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Unashamed of the Good News?

Evangelicals are those who are primarily defined by their association with the ‘Good News’ (Eu-angellion). The New Testament announcement of Good News can find scriptural precedent in, for instance, the words of Isaiah 52:7f where the message is essentially coupled to the act of proclamation. The image is that of an eagerly anticipated messenger running to the people to declare victory over the enemy—Are we unashamed to be associated with that message?

Paul’s declaration, ‘I am not ashamed of the Good News, because it is the power God uses to save everyone who believes…’ (Rom 1:16) is an assertion that God’s Rule(r) has definitively arrived. These earth-shaking words stand a world away from the momentary lift offered in today’s news bulletins, which, crammed with corruption, disaster and gloom, often seek to alleviate our worries with the words, ‘And finally, some good news…’

The real good news isn’t designed primarily to soothe us. Our encounter with God’s rule inescapably leads to radical, even painful, change or conflict. Are we ashamed to face that conflict?

Response to God’s good news was not intended to be piecemeal or conditional but to bring us to an unswerving allegiance to Christ’s kingdom. As has been compellingly expounded by recent scholars, especially N.T. Wright in his many writings.¹ ‘Jesus is LORD, not Cæsar!’ In the world to which the apostle Paul wrote this would mean a costly confrontation with the cult of the Emperor Augustus, where each calendar year began with the good news acclaiming his birth and where temples and public edifices contained altars to celebrate his god-like victory and mercy to the peoples.²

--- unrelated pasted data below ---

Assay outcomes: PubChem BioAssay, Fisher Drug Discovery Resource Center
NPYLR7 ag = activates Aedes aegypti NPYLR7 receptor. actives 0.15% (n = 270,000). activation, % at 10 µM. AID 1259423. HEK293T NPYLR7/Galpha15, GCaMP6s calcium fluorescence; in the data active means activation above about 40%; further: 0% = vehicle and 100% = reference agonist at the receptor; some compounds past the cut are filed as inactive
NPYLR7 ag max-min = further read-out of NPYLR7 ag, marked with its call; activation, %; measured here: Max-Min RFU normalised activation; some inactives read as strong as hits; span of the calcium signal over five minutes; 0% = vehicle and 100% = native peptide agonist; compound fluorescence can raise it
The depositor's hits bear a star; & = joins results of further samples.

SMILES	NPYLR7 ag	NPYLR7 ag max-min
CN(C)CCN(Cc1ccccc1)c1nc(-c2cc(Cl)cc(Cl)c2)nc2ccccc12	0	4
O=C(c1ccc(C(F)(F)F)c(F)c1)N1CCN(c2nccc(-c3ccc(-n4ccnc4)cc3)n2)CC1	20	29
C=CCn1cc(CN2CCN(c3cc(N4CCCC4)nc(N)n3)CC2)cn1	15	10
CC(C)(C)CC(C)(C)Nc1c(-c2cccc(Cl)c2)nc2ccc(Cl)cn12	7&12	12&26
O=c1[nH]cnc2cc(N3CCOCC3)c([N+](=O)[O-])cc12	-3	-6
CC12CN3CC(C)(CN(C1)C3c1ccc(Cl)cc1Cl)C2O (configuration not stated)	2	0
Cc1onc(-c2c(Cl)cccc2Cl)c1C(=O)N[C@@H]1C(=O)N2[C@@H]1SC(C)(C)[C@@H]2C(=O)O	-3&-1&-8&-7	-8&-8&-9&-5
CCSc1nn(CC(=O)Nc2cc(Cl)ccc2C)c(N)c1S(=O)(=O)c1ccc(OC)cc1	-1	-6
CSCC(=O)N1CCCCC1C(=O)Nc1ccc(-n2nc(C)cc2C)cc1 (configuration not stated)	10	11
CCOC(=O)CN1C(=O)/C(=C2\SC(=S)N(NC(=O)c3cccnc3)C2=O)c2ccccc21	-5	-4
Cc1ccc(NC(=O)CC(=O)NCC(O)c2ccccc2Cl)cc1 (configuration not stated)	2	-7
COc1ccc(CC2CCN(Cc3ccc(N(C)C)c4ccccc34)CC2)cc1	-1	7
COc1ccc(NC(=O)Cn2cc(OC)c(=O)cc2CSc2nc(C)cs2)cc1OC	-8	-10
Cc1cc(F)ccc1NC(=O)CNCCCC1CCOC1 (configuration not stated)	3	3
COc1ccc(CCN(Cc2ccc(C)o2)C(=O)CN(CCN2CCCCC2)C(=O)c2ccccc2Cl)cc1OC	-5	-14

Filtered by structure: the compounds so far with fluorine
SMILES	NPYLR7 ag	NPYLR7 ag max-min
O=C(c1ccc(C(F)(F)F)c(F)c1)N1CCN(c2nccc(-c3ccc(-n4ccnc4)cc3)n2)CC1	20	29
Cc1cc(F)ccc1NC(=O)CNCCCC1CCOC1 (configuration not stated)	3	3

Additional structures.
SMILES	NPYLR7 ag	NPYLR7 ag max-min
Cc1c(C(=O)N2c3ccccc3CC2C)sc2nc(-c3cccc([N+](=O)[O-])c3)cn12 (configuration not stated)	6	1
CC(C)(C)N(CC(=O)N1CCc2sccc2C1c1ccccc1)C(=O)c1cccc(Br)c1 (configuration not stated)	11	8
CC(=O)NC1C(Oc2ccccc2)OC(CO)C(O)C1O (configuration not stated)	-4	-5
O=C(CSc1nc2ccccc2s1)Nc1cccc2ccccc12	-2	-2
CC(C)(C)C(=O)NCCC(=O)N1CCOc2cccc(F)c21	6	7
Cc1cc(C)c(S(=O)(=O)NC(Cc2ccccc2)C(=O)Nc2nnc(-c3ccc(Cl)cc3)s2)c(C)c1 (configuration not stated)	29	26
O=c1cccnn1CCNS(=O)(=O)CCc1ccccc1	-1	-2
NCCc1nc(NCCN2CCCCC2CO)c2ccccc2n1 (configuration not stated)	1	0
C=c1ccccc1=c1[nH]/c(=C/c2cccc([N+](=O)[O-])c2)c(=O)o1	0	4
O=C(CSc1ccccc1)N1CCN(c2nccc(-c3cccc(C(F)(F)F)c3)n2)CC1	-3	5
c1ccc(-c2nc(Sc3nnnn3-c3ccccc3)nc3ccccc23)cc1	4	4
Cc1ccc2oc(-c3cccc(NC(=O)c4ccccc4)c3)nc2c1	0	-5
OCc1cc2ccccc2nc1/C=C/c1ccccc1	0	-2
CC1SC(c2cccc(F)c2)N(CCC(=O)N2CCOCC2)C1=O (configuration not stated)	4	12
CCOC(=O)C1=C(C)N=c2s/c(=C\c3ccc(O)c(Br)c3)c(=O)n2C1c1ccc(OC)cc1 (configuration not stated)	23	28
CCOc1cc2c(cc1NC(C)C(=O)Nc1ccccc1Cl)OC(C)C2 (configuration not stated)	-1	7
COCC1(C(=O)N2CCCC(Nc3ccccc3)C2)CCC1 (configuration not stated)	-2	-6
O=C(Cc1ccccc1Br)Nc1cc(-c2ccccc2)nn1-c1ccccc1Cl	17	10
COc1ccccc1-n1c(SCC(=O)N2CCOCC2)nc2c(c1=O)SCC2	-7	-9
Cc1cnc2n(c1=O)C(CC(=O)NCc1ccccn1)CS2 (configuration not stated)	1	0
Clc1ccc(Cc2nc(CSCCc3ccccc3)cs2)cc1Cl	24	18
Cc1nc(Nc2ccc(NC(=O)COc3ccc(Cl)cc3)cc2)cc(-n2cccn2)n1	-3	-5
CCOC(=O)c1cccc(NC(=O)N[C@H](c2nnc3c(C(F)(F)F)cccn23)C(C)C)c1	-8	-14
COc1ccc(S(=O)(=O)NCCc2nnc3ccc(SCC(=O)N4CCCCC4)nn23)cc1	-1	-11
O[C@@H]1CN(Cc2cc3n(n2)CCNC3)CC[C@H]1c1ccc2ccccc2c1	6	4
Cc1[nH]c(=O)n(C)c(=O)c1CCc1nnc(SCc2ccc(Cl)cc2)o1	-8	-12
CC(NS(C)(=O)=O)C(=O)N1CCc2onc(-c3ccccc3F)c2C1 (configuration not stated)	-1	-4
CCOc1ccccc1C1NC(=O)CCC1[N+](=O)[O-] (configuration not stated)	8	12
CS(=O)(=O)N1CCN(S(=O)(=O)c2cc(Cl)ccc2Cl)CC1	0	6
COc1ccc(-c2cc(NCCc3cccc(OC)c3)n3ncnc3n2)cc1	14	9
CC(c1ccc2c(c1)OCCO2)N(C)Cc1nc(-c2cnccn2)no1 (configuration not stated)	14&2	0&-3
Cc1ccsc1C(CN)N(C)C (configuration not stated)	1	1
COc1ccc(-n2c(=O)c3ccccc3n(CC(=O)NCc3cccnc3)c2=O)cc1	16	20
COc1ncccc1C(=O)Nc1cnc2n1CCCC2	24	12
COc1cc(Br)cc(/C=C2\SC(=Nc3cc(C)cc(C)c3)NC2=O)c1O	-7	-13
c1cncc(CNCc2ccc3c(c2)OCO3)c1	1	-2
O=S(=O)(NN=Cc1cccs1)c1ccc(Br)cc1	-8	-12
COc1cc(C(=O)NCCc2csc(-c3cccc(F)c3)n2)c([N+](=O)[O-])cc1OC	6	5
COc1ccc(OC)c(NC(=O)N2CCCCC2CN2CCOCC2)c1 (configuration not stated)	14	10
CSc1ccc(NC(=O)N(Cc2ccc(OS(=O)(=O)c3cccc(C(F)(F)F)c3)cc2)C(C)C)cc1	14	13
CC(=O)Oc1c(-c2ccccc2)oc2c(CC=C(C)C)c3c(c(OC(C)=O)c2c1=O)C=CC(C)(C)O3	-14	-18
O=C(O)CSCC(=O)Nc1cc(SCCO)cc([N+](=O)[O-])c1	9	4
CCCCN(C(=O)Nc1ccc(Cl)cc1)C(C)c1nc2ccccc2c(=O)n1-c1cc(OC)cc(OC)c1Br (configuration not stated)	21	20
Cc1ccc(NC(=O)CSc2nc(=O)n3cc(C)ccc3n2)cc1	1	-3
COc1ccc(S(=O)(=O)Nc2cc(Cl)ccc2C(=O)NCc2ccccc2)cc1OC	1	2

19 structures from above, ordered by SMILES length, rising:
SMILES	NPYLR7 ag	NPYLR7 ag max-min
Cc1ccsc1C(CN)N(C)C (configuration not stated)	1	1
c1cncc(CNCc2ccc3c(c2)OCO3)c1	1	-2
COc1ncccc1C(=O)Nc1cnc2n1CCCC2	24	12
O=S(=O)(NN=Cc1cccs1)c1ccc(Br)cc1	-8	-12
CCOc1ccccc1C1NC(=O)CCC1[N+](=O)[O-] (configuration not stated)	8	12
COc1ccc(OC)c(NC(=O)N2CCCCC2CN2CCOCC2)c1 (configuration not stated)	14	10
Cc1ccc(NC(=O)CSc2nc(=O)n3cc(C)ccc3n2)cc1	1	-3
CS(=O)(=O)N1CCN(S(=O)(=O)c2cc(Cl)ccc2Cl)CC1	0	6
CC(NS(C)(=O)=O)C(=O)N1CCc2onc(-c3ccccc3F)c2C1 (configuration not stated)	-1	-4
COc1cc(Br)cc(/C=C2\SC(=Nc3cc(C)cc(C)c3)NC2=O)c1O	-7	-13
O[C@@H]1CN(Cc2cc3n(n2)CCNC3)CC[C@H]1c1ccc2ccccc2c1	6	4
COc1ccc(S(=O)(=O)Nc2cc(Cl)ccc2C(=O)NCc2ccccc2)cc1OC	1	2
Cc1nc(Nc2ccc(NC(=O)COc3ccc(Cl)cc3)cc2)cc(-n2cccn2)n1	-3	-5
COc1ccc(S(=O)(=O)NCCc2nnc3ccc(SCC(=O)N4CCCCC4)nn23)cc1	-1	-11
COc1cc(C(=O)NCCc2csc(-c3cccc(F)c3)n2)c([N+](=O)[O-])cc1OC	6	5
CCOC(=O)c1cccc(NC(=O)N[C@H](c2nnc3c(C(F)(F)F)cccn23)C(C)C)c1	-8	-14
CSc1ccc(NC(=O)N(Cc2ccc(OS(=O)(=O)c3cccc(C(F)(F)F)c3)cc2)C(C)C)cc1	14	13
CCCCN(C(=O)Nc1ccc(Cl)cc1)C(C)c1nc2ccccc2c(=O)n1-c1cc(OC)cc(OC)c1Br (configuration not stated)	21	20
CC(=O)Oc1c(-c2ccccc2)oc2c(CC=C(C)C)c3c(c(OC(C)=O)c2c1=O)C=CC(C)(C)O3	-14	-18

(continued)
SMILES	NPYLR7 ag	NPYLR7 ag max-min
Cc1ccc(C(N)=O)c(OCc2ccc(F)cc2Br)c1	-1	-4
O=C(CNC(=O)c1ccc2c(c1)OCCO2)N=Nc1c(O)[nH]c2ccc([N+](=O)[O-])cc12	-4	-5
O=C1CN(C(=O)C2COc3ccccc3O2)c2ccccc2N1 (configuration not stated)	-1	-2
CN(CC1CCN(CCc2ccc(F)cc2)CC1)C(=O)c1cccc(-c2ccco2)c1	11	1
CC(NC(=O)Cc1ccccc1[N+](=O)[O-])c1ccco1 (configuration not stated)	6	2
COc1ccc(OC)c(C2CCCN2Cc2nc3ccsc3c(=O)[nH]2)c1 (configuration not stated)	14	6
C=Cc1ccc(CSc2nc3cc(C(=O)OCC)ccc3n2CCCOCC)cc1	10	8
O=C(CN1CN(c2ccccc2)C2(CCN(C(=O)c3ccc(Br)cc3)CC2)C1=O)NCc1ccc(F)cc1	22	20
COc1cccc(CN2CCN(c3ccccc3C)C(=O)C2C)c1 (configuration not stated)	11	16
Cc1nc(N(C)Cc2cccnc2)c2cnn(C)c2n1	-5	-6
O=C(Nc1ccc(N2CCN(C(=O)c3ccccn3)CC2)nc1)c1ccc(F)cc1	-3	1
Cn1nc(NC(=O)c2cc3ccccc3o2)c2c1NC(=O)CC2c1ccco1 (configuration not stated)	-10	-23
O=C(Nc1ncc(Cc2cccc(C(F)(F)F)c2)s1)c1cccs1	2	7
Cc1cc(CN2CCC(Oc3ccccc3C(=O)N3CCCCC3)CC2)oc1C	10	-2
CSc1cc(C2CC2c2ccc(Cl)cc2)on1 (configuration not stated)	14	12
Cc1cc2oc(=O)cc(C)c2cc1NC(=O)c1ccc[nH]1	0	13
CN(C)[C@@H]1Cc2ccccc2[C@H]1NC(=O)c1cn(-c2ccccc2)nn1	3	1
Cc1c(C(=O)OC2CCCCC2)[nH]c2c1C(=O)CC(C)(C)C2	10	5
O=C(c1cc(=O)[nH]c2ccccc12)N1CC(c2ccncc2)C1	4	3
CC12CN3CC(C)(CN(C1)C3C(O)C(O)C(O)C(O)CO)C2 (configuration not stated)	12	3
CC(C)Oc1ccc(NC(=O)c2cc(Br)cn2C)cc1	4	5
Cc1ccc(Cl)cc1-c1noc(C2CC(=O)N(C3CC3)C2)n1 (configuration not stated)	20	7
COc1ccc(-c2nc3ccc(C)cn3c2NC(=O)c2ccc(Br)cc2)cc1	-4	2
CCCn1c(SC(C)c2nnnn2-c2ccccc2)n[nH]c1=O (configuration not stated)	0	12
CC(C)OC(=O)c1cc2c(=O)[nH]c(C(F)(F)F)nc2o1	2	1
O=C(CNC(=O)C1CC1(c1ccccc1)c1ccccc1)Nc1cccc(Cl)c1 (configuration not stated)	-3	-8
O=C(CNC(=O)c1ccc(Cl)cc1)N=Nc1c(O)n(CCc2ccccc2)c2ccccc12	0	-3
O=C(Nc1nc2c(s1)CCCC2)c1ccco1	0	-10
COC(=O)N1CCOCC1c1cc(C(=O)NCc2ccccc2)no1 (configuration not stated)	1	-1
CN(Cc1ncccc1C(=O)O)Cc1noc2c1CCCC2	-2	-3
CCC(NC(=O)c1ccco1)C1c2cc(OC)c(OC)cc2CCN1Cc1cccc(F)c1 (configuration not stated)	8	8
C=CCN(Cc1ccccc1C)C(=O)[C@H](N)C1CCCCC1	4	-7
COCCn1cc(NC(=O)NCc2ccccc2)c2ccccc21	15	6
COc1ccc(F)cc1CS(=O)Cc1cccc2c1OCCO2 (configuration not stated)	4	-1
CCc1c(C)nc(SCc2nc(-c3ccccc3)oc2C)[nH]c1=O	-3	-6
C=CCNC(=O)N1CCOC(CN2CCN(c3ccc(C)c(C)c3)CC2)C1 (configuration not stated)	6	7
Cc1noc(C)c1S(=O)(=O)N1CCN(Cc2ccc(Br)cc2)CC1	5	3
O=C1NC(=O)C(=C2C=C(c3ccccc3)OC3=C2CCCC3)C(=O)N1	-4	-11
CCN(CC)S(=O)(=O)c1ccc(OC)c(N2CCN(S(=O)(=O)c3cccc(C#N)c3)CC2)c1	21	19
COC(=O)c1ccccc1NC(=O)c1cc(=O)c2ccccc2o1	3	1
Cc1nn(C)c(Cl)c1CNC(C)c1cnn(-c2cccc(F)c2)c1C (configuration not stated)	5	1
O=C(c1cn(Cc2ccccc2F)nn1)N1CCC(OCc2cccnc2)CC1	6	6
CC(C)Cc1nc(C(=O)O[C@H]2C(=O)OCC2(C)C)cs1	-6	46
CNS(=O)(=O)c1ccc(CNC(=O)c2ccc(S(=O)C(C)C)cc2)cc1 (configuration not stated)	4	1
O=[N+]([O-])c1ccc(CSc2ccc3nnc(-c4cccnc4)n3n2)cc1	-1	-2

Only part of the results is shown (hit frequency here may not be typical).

Matthew’s Gospel quotes Isaiah’s prophecy of a great light breaking into a dark world (Mat 4:15, 16 and parallels) and then, in verse twenty-three, tells us that ‘Jesus went throughout Galilee, teaching in their synagogues, proclaiming the good news of the kingdom…’. Jesus taught those following him to reflect that light (e.g., Mat. ch. 5–7) especially calling his community to be like a beacon set on a hill (5:16). The outworking of this means that as God’s people we are to stand in clear contrast to the society where we live — unashamed of the Good News.

Though we fall far short of God’s holiness, our role as Christians extends further than the necessary approach of listening to others or empathising with them from our mutual brokenness—we also have ‘a gospel to proclaim’, shining out from our lifestyle as God’s community.

The New Testament informs us that the Holy Spirit will give us the quality of eternal life centred around Jesus (e.g., 1 Cor.2:2), authenticating our lifestyle by leading us into right living that accords with the scriptures (e.g., 2 Tim 3:16), our missionary calling (e.g., Mat.28:18f) and the corporate wisdom of the church (1 Cor.12:12—311). Above all the Spirit fills us with love and grace as we live in the world as God’s children. How can we be ashamed of this Good News?

  1. E.g.,
  2. E.g., Wilson, Mark. ‘Hilasterion and Imperial Theology: A New Reading of Romans 3:25’ HTS Teologiese/Theological Studies, a 4067, 73, no 3 (16 February 2017) 12. [22/09/23]; Cf. Ulrich Becker, ”Gospel, Evangelize, Evangelist,” in The New International Dictionary of New Testament Theology vol. 3, Ed. Colin Brown (Exeter: The Paternoster Press, 1976), 102

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